As fall approaches, distributors roll out awards season contenders The Force, Strong Island, Unrest and more
Documentary lovers will have plenty of high-profile films to experience on the big screen as summer turns to fall.
Among them is Strong Island from director Yance Ford, which won a special jury award for documentary storytelling at the Sundance Film Festival last January. America's legacy of racial injustice underpins the story, which focuses on the killing of the filmmaker's elder brother, William Ford Jr., in 1992. The film opens at Laemmle's Monica Film Center in Santa Monica on September 15, the same day it becomes available on Netflix.
Strong Island chronicles the arc of a family across history, geography and tragedy - from the racial segregation of the Jim Crow South to the promise of New York City; from the presumed safety of middle class suburbs, to the maelstrom of an unexpected, violent death.
Ford worked for a decade as series producer of the PBS documentary program POV before becoming a filmmaker himself. In addition to recognition at Sundance, Strong Island won the jury prize for best documentary at the Frameline festival in San Francisco, as well as prizes at Full Frame, the Montclair Film Festival and the Sheffield International Documentary Festival.
Unrest, the acclaimed directorial debut of Jennifer Brea, opens at IFC Center in New York on September 22 and in Santa Monica and Pasadena, California on September 29.
In Brea's deeply personal film, she turns the camera on herself, documenting her effort to understand an illness that left the 28-year-old Harvard Ph.D candidate with debilitating fatigue and chronic pain. She was eventually diagnosed with ME, often referred to as chronic fatigue syndrome, a condition that afflicts millions of people around the world but is often misdiagnosed as a psychiatric malady.
Opening in San Francisco on September 15 and in New York and L.A. on September 22 is The Force by Peter Nicks, which won the documentary directing prize at Sundance.
The Force is "a compelling cinema vérité look deep inside the long-troubled Oakland Police Department as it struggles to confront federal demands for reform, a popular uprising following events in Ferguson, MO, and an explosive scandal," according to promotional materials for the film.
The Force has a texture of a Michael Mann film combined with the clarity of a Frederick Wiseman documentary.
LA Times critic Kennth Turan praised the film as giving "a poignant, realistic sense of the difficulties and challenges of modern policing." Nicks' previous credits include The Waiting Room from 2012, another film noted for its cinema vérité style.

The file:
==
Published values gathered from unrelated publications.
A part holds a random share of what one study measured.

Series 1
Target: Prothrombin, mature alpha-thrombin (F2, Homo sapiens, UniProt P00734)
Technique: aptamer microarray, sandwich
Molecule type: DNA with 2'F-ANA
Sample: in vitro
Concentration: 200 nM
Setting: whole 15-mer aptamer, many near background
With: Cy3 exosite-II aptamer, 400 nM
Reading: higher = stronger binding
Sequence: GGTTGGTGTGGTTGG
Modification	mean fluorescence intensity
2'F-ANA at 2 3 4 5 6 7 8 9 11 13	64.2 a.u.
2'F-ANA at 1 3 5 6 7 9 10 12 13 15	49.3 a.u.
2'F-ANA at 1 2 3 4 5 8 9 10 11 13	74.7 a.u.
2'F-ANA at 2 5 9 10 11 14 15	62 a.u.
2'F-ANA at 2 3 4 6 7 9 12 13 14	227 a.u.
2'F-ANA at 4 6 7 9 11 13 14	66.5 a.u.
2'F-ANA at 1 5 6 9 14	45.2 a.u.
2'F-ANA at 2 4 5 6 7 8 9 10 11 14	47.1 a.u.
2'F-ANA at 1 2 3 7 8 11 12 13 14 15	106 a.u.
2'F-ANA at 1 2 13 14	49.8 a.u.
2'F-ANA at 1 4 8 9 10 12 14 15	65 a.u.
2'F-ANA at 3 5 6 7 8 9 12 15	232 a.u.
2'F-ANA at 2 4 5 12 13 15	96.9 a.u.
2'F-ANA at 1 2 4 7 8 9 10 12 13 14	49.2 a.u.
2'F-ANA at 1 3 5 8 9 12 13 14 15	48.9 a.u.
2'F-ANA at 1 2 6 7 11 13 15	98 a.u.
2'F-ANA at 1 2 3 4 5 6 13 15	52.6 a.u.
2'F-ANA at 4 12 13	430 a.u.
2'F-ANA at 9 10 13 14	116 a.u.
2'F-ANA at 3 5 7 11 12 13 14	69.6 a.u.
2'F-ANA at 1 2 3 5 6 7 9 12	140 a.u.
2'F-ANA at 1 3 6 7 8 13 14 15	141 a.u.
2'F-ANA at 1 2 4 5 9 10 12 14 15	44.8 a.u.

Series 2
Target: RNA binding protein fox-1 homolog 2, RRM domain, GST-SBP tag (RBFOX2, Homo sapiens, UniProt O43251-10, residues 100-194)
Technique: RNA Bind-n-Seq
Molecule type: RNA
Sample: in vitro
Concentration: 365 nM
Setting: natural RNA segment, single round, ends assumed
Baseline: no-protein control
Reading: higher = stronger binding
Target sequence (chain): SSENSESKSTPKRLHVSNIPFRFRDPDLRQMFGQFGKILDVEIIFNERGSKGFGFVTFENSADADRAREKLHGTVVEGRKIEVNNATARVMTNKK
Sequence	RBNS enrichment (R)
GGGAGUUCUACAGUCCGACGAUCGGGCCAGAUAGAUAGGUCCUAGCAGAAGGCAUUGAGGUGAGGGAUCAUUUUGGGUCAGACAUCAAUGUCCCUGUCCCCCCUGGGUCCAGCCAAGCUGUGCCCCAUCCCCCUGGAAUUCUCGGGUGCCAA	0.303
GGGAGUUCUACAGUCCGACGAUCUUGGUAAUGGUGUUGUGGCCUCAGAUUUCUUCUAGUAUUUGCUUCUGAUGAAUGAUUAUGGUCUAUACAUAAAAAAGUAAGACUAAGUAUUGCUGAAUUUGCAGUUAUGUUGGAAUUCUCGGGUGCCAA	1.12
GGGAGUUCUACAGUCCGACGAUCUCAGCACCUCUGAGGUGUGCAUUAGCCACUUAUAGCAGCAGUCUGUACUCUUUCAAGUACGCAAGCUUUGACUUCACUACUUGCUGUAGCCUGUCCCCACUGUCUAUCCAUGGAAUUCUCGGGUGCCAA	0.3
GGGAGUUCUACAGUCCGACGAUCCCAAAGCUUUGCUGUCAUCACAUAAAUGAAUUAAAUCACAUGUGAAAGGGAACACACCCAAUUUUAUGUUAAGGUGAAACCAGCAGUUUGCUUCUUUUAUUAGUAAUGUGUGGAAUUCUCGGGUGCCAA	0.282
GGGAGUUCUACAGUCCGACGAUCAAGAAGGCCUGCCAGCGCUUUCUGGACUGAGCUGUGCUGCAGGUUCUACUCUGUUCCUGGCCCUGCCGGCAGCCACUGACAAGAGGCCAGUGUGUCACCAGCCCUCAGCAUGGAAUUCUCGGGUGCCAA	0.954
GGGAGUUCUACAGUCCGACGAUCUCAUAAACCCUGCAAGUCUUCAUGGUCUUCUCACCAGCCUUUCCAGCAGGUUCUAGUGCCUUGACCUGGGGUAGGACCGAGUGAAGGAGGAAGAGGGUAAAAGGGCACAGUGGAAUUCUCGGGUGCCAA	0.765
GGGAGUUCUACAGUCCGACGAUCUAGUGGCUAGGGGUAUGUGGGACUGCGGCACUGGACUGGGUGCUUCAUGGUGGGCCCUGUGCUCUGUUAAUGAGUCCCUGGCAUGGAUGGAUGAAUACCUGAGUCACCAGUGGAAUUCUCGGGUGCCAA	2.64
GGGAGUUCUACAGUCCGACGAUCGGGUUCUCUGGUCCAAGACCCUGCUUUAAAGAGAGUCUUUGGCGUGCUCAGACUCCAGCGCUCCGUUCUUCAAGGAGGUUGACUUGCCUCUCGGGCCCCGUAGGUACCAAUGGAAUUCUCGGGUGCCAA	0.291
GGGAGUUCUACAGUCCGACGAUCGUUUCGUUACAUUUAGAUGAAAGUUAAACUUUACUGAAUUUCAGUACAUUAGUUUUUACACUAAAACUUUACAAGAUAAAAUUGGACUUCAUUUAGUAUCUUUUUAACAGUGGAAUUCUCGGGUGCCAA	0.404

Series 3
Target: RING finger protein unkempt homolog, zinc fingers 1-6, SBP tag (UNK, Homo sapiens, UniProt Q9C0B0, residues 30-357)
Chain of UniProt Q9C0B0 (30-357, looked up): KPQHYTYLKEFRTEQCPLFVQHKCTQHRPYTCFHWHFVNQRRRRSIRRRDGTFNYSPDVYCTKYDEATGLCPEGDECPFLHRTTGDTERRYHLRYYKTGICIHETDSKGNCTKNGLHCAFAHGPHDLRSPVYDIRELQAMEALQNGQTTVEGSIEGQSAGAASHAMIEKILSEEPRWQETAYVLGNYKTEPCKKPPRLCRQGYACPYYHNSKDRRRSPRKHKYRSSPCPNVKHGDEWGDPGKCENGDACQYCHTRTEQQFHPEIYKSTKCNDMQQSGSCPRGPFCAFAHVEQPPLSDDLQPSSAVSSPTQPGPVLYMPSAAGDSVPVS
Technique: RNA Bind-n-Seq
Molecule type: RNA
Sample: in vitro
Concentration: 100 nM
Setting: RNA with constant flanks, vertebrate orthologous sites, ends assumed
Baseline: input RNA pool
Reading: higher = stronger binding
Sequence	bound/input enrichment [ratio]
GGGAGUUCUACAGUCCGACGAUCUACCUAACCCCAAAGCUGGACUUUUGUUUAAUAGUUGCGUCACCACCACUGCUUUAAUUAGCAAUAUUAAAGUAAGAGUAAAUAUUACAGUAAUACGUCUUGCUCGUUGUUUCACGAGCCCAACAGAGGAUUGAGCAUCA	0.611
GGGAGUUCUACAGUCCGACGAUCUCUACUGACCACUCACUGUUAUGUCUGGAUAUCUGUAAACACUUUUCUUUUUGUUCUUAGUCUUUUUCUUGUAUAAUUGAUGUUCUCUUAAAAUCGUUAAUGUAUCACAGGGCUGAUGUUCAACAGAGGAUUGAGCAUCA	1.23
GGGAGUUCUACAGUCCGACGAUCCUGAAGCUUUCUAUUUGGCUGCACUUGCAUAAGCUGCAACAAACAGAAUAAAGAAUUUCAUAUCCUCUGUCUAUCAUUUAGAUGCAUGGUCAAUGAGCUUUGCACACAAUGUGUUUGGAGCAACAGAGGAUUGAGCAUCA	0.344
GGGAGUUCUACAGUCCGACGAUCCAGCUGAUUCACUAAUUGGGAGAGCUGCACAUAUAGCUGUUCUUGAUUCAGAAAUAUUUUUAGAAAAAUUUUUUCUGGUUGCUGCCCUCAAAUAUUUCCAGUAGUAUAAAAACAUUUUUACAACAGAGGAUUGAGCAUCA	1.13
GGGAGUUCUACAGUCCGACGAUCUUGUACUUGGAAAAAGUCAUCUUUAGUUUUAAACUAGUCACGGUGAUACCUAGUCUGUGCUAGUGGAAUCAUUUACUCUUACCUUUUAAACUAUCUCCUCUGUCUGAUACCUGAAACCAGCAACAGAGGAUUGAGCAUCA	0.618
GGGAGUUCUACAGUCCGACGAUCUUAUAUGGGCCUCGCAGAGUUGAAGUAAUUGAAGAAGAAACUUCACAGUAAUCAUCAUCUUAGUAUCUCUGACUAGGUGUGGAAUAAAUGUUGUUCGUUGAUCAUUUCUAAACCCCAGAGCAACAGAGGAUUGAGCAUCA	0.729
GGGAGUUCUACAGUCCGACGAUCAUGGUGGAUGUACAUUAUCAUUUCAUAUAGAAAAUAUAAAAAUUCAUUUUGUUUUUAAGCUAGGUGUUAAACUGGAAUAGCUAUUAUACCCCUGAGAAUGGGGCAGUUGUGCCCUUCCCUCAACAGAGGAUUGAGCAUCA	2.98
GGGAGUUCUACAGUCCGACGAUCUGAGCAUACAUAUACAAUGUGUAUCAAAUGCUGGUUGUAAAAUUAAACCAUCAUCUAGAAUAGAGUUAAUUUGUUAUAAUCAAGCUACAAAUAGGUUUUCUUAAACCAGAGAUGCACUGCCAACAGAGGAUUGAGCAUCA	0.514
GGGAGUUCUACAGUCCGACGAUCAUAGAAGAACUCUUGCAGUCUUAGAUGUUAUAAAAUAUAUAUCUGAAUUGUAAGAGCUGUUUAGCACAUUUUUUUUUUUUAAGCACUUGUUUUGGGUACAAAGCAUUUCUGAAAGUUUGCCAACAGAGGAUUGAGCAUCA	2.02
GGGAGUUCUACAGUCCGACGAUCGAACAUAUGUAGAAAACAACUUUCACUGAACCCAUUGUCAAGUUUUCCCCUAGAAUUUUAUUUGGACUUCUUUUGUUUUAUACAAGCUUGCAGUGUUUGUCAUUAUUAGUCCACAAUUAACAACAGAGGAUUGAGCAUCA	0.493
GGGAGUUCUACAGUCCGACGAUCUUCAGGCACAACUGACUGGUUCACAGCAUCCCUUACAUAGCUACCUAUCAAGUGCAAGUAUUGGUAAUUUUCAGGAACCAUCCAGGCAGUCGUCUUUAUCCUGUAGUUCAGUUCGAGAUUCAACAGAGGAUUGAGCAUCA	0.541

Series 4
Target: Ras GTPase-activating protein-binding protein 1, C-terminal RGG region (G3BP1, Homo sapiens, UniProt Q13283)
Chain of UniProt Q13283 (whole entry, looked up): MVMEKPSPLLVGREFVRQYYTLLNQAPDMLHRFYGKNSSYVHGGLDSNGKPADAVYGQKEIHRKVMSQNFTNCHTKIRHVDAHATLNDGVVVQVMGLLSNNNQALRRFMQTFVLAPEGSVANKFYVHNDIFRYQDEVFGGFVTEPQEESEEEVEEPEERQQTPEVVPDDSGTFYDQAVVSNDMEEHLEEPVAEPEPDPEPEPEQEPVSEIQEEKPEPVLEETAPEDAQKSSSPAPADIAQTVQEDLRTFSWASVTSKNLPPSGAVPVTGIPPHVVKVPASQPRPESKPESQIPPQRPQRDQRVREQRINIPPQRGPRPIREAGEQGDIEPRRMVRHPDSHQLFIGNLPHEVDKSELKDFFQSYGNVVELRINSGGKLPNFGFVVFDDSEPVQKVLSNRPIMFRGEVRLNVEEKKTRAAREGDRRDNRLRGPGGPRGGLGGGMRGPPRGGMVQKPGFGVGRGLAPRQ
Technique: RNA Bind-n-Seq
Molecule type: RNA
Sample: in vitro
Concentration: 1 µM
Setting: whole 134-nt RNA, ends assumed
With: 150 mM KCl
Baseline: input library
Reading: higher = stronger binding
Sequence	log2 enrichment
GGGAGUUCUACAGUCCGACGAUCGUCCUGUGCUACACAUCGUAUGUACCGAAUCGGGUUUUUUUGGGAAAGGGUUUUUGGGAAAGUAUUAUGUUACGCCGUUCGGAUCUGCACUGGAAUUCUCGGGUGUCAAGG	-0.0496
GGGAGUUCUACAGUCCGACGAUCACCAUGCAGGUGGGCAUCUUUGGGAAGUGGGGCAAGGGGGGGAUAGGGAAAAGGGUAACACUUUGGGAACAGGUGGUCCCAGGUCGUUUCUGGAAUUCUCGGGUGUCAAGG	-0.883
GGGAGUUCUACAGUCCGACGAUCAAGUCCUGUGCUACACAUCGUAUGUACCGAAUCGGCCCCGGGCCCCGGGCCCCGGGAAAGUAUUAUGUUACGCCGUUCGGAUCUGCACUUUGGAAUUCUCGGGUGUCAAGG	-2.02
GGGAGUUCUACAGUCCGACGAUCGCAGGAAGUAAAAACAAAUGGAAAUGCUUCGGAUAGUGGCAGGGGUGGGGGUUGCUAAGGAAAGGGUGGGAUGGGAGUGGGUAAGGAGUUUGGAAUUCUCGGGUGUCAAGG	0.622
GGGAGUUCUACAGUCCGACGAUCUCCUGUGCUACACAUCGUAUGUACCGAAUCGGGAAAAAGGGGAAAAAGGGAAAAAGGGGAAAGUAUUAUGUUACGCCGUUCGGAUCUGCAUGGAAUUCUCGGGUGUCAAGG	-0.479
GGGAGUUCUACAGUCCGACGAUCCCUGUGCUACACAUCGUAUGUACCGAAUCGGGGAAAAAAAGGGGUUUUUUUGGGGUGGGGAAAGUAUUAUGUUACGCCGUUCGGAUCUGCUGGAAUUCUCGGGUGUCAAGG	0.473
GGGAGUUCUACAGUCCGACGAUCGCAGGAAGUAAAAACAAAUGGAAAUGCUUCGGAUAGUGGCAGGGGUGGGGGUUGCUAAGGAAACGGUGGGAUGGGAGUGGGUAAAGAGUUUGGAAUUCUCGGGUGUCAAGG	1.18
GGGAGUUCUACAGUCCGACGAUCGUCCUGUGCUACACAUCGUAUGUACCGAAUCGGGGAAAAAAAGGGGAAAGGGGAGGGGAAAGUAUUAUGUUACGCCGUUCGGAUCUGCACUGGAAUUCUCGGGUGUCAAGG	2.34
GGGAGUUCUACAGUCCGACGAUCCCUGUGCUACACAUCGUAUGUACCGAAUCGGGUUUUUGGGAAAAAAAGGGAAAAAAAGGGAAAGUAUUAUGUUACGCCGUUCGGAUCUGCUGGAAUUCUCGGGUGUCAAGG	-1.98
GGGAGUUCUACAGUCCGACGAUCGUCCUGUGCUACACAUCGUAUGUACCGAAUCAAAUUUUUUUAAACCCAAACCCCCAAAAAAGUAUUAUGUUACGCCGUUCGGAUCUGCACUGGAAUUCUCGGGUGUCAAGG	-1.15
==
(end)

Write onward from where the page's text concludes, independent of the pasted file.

These are among the other major documentaries set for theatrical release in the coming days and weeks:
>Dolores, directed by Peter Bratt, the story of labor and human rights activist Dolores Huerta, co-founder with Cesar Chavez of the United Farm Workers union.
The film opens in New York on Friday (September 1) and in L.A. September 8.
>Motherland, directed by Ramona S. Diaz, a film set in "the planet's busiest maternity hospital," catering to low-income women in Manila, Philippines.
The film opens at Cinema Village in New York on September 8 and at Laemmle Monica Film Center in Santa Monica on September 22. Watch the trailer here.
>Trophy, directed by Shaul Schwarz and Christina Clusiau, a film on the trade in endangered species, including elephants, rhinos and lions. "Trophy will leave you debating what is right, what is wrong and what is necessary in order to save the great species of the world," publicists tell Nonfictionfilm.com.
Trophy opens September 8 in New York and September 15 in L.A., with a nationwide release to follow. Watch the trailer here.
>Manolo: The Boy Who Made Shoes for Lizards, directed by Michael Roberts, a portrait of the legendary shoe designer Manolo Blahnik. Anna Wintour, Rihanna, Paloma Picasso, Iman, Naomi Campbell, and Isaac Mizrahi are among the luminaries interviewed for the film.
Manolo opens in L.A. and New York September 15. Watch the trailer here.
>School Life, directed by Neasa Ní Chianáin and David Rane, a documentary that "follows a year in the lives of two inspirational teachers in the only primary-age boarding school in Ireland... Headfort, a school not unlike Hogwarts with its 18th century buildings, secret doors and magical woodlands."
The film opens in New York and L.A. September 8. Watch the trailer here.
>Wasted! The Story of Food Waste, directed by Anna Chai and Nari Kye, executive-produced and narrated by Anthony Bourdain. "Through the eyes of chef-heroes like Bourdain, Dan Barber, Mario Batali, Massimo Bottura, and Danny Bowien, audiences will see how the world’s most influential chefs make the most of every kind of food, transforming what most people consider scraps and rejects into incredible dishes that feed more people and create a more sustainable food system," according to publicists for the film.
Wasted! opens in theaters and on demand platforms October 13.
Matthew Carey is a documentary filmmaker and journalist. His work has appeared on CNN, CNN.com, TheWrap.com, NBCNews.com and Documentary.org.